There are so many dramatic, evocative scenes in the Bible: Moses parting the Red Sea, receiving the Ten Commandments; Elijah’s showdown with the prophets of Baal; the Transfiguration, the events of Maundy Thursday, and many more. I’m not a movie buff, but I know I’ve seen many of these events depicted, probably in black-and-white classics from before my time.
As dramatic and wonderful as many of these events are, none of them spark my imagination in the same way that this passage from Revelation does. John is lead to this astounding scene that must have been overwhelming to him. Trumpets blowing, winged creatures flying about, endless singing and waving of palm branches, and a crowd whose size no one can number, dressed in pure white robes, surrounding the magnificent throne of the Lamb. I close my eyes and try to imagine all there is to see and hear. It is too much for me to comprehend.
John is asked, “Who are all these people?” And of course the answer is that they are those who have endured the great trials, from every land, every race and tribe, and every tongue. “If thou dost count iniquities, Lord, who could stand? But there is forgiveness in you.” One day you will stand, and I will stand, joined with people of every walk of life, by God’s free gift of grace.
It’s easy to be sentimental today, and there’s certainly time for that. I think about loved ones lost: family, friends, teachers, and, sometimes most difficult, students. Some of these people I miss every day. I like to picture them in this numberless throng, singing, in endless light.
Hold that thought!
In the past several weeks, we’ve been reading from the end of Matthew’s Gospel. Today, we turn back to the Beatitudes in chapter 5. If we turn back further, these incredible words are preceded by many miracles. Jesus quietly heals the sick, but we read that great crowds gather to witness his work and to be healed themselves. Jesus leads his disciples away from the crowd and speaks these familiar and illogical words:
Blessed are the poor in spirit; blessed are those who mourn; blessed are the meek, the merciful, the peacemakers, the persecuted and the reviled.
Some of those roles are not very appealing. We don’t want to be poor in spirit, we struggle with mourning. Society doesn’t teach us to be meek. And perhaps we’re not even bold enough in our faith to be reviled by others.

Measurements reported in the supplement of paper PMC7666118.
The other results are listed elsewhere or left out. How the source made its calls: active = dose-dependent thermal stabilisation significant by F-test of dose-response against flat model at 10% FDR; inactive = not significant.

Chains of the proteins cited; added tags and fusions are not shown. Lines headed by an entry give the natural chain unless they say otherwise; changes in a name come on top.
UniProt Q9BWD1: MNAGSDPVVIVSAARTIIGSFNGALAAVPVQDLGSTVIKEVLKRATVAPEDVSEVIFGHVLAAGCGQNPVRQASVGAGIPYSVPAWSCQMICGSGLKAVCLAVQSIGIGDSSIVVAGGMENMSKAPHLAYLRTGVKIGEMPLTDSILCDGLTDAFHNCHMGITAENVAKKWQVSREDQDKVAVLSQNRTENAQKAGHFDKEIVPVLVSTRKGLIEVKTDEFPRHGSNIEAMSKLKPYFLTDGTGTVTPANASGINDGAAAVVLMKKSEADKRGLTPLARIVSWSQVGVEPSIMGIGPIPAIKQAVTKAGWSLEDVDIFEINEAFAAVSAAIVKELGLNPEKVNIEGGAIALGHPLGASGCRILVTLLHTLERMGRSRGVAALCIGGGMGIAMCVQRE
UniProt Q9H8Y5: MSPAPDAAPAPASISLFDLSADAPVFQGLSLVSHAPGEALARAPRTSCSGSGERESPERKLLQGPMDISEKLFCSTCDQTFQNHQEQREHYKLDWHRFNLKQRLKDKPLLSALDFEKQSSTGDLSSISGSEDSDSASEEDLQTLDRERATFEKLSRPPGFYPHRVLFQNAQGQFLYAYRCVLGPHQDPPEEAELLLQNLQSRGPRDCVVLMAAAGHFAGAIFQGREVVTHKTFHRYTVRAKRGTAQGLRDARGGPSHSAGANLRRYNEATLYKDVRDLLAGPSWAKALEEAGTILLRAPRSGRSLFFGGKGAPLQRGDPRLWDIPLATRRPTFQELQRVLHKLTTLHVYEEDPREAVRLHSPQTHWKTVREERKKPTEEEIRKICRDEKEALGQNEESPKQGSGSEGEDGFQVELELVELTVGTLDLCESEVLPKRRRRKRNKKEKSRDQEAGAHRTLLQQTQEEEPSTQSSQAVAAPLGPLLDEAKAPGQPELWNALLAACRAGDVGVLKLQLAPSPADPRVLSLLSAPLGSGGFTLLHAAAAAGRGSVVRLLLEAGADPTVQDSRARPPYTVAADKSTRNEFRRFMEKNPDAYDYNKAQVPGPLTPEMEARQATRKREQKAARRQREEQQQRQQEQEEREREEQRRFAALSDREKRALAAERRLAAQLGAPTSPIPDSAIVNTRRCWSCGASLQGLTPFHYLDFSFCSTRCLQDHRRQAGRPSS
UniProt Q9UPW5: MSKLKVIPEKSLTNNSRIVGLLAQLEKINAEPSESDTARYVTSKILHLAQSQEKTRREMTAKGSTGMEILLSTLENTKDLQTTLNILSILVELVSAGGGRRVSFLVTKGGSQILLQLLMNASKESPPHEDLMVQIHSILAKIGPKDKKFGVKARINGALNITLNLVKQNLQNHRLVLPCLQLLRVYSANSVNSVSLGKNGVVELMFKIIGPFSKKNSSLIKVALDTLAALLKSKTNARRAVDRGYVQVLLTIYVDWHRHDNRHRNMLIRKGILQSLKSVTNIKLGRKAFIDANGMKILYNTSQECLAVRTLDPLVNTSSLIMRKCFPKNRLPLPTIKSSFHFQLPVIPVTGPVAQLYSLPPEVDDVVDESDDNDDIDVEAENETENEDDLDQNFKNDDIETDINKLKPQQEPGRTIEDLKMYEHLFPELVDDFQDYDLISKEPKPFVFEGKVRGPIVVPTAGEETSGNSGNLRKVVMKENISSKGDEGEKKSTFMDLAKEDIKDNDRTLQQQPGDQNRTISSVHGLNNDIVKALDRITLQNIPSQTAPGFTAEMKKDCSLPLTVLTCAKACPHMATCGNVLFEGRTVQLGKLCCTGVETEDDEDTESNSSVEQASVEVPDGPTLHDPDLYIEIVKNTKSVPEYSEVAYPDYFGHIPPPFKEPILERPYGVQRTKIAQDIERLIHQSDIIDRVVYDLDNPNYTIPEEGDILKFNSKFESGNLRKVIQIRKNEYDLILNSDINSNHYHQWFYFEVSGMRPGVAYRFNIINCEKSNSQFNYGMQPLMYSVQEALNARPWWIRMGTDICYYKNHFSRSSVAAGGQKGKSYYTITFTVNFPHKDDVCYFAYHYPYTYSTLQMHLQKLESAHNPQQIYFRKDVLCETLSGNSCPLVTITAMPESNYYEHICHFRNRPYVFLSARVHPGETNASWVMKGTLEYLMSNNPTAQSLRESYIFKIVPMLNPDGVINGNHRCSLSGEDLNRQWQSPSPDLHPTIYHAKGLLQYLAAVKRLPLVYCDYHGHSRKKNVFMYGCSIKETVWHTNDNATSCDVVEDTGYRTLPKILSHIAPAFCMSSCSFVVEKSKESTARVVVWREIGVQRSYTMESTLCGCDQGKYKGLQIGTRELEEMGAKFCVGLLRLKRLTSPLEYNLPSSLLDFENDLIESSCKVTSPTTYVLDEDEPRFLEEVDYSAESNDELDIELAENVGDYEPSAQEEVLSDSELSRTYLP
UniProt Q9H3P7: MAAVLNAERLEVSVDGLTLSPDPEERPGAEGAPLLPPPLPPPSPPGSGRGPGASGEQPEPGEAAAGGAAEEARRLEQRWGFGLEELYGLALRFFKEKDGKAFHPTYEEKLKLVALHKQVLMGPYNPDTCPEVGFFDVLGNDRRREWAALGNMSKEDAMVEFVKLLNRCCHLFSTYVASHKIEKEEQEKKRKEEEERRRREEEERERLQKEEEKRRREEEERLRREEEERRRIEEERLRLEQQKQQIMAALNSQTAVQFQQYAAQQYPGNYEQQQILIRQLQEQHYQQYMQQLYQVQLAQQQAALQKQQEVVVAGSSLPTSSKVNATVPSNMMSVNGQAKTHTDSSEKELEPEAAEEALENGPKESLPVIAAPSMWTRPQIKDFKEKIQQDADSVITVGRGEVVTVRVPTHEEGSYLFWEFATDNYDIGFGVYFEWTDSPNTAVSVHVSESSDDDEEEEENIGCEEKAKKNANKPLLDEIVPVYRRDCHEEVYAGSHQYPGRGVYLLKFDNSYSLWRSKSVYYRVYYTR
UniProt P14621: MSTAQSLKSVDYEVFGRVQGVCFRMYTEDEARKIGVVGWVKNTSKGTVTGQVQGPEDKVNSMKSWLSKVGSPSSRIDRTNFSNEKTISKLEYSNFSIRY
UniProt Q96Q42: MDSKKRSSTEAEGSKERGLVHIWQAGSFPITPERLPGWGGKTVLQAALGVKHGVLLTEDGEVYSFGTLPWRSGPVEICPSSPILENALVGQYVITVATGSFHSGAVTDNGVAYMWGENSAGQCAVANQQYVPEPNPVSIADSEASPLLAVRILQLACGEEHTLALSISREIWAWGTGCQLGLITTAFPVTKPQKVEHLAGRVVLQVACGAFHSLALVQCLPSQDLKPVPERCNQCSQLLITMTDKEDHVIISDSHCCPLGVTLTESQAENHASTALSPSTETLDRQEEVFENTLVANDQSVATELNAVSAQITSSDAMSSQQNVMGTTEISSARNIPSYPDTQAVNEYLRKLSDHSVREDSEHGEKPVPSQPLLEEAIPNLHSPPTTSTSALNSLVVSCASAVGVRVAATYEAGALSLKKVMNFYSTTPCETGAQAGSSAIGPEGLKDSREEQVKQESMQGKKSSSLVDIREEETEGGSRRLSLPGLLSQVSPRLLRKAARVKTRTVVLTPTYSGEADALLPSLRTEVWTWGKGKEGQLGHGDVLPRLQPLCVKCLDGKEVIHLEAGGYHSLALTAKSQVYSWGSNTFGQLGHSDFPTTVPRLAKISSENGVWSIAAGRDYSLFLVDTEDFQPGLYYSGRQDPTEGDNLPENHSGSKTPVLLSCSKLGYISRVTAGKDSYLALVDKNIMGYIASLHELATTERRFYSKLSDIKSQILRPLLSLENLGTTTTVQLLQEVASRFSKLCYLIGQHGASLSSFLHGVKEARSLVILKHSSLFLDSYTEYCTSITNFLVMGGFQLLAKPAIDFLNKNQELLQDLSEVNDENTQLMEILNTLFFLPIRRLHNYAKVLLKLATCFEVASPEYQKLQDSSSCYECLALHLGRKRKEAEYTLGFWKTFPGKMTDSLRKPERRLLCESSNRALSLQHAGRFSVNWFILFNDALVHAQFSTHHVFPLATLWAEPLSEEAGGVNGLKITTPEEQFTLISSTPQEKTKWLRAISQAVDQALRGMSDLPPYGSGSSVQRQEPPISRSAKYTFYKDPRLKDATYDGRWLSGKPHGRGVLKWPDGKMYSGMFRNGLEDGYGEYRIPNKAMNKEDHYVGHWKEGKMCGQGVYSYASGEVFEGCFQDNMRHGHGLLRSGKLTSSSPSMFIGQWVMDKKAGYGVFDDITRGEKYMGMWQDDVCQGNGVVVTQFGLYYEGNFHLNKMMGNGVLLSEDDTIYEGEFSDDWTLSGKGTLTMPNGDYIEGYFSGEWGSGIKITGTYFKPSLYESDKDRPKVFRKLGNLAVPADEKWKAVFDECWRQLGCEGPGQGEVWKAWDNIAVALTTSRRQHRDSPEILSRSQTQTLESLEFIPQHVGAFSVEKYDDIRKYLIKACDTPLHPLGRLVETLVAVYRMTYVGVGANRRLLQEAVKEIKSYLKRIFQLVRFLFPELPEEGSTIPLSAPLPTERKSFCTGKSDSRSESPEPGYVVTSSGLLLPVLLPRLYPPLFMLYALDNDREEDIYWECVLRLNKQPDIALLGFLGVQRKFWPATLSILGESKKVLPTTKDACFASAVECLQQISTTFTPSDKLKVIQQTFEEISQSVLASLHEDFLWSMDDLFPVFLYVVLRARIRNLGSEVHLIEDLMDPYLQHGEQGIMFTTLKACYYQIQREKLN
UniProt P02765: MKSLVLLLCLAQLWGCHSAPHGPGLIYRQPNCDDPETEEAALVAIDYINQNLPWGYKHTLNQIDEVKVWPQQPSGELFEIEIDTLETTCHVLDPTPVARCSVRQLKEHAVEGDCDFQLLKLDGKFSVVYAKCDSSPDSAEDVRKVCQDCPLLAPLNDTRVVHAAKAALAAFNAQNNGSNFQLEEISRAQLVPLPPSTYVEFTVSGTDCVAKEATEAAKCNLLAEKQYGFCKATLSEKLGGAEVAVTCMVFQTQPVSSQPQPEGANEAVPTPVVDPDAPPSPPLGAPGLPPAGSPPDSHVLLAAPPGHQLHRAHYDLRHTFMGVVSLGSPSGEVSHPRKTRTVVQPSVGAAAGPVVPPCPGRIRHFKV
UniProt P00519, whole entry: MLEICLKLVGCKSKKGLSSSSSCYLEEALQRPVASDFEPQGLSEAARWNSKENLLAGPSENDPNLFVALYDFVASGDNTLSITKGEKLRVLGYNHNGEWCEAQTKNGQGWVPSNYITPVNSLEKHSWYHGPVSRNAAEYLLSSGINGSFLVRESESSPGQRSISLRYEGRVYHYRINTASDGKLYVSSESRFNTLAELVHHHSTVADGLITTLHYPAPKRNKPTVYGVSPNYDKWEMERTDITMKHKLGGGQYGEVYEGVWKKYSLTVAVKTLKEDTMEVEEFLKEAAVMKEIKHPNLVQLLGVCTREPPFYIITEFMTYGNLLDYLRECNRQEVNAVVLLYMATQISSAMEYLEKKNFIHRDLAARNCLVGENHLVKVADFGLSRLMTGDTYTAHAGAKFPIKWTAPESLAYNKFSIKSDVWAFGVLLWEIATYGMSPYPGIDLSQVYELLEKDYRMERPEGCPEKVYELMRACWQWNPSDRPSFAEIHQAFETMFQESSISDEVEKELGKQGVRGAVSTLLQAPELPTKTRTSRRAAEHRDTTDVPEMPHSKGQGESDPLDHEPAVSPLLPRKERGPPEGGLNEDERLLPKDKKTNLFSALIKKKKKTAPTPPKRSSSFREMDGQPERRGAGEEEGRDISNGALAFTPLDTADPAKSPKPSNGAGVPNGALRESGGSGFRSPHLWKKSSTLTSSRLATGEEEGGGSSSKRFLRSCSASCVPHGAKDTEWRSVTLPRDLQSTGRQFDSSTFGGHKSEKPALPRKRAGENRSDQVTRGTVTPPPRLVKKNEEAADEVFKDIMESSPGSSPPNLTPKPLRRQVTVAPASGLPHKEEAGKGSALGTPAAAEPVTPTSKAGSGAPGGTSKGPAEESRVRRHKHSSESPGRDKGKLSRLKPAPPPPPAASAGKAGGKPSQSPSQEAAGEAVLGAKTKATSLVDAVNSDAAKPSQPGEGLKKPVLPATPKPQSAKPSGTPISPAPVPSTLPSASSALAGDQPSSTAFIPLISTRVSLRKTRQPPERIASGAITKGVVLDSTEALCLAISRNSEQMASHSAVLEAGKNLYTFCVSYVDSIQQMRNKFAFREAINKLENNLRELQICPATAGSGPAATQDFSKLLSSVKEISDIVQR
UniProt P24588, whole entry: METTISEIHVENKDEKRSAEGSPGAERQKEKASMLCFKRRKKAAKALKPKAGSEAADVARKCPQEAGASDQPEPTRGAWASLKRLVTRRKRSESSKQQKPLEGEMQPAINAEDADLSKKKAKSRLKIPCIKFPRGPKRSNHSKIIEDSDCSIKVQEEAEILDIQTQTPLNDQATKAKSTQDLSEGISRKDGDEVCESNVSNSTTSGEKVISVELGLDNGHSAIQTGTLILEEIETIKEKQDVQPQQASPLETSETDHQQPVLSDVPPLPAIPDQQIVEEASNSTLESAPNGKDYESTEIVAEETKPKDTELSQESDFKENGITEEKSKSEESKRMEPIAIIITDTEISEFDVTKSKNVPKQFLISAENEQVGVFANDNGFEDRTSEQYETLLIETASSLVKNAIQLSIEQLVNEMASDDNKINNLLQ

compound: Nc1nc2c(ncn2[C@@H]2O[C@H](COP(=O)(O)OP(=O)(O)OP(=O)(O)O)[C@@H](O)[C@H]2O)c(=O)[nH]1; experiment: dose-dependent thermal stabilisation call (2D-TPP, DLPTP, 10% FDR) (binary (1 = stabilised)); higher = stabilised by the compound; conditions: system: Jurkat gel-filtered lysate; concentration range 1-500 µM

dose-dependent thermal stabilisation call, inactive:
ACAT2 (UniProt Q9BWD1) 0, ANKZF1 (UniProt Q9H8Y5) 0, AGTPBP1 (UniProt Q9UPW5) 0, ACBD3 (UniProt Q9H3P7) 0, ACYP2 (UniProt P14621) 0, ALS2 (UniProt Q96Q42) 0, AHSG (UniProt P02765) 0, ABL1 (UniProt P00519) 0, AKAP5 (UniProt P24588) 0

I believe those blessed people Jesus names are the very people surrounding his throne, singing day and night. Saints, to be sure. I suppose the famous saints are there—the ones who have churches and colleges named after them. But so are our saints, those in our lives who brought us to faith, who comforted us, fed us, who showed us mercy, who modeled purity of heart. We call their names and thank God for them.
Perhaps like me, many of your saints have passed on and have received their rest. In the traditional Communion liturgy, in th Preface to the Sanctus, the pastor concludes with these words:
and so with the church on earth and the hosts of heaven, we praise your name and join their unending hymn: Holy, Holy, Holy, Lord of power and might. Heaven and earth are full of your glory. Hosanna in the highest.
What an invitation, to join, for a few short minutes, the endless song of praise that the saints sing day and night.
We were reminded on Reformation last week that we can’t earn these white robes and palm branches on our own. Our salvation is through God’s gift of grace. “Lord, if thou dost count iniquities, I know I can’t stand.”
Jesus is calling us to respond to this gift of grace that we have also received. We are now to be peacemakers, in meekness, humility, and purity of heart. Why? Because this is one way that the Gospel of Christ is spread: when we share God’s message of salvation, grace, and peace to those who follow after us. With God’s help, may it be so!
I invite you to reflect on John’s vision and the powerful words of Christ that have been heard this evening.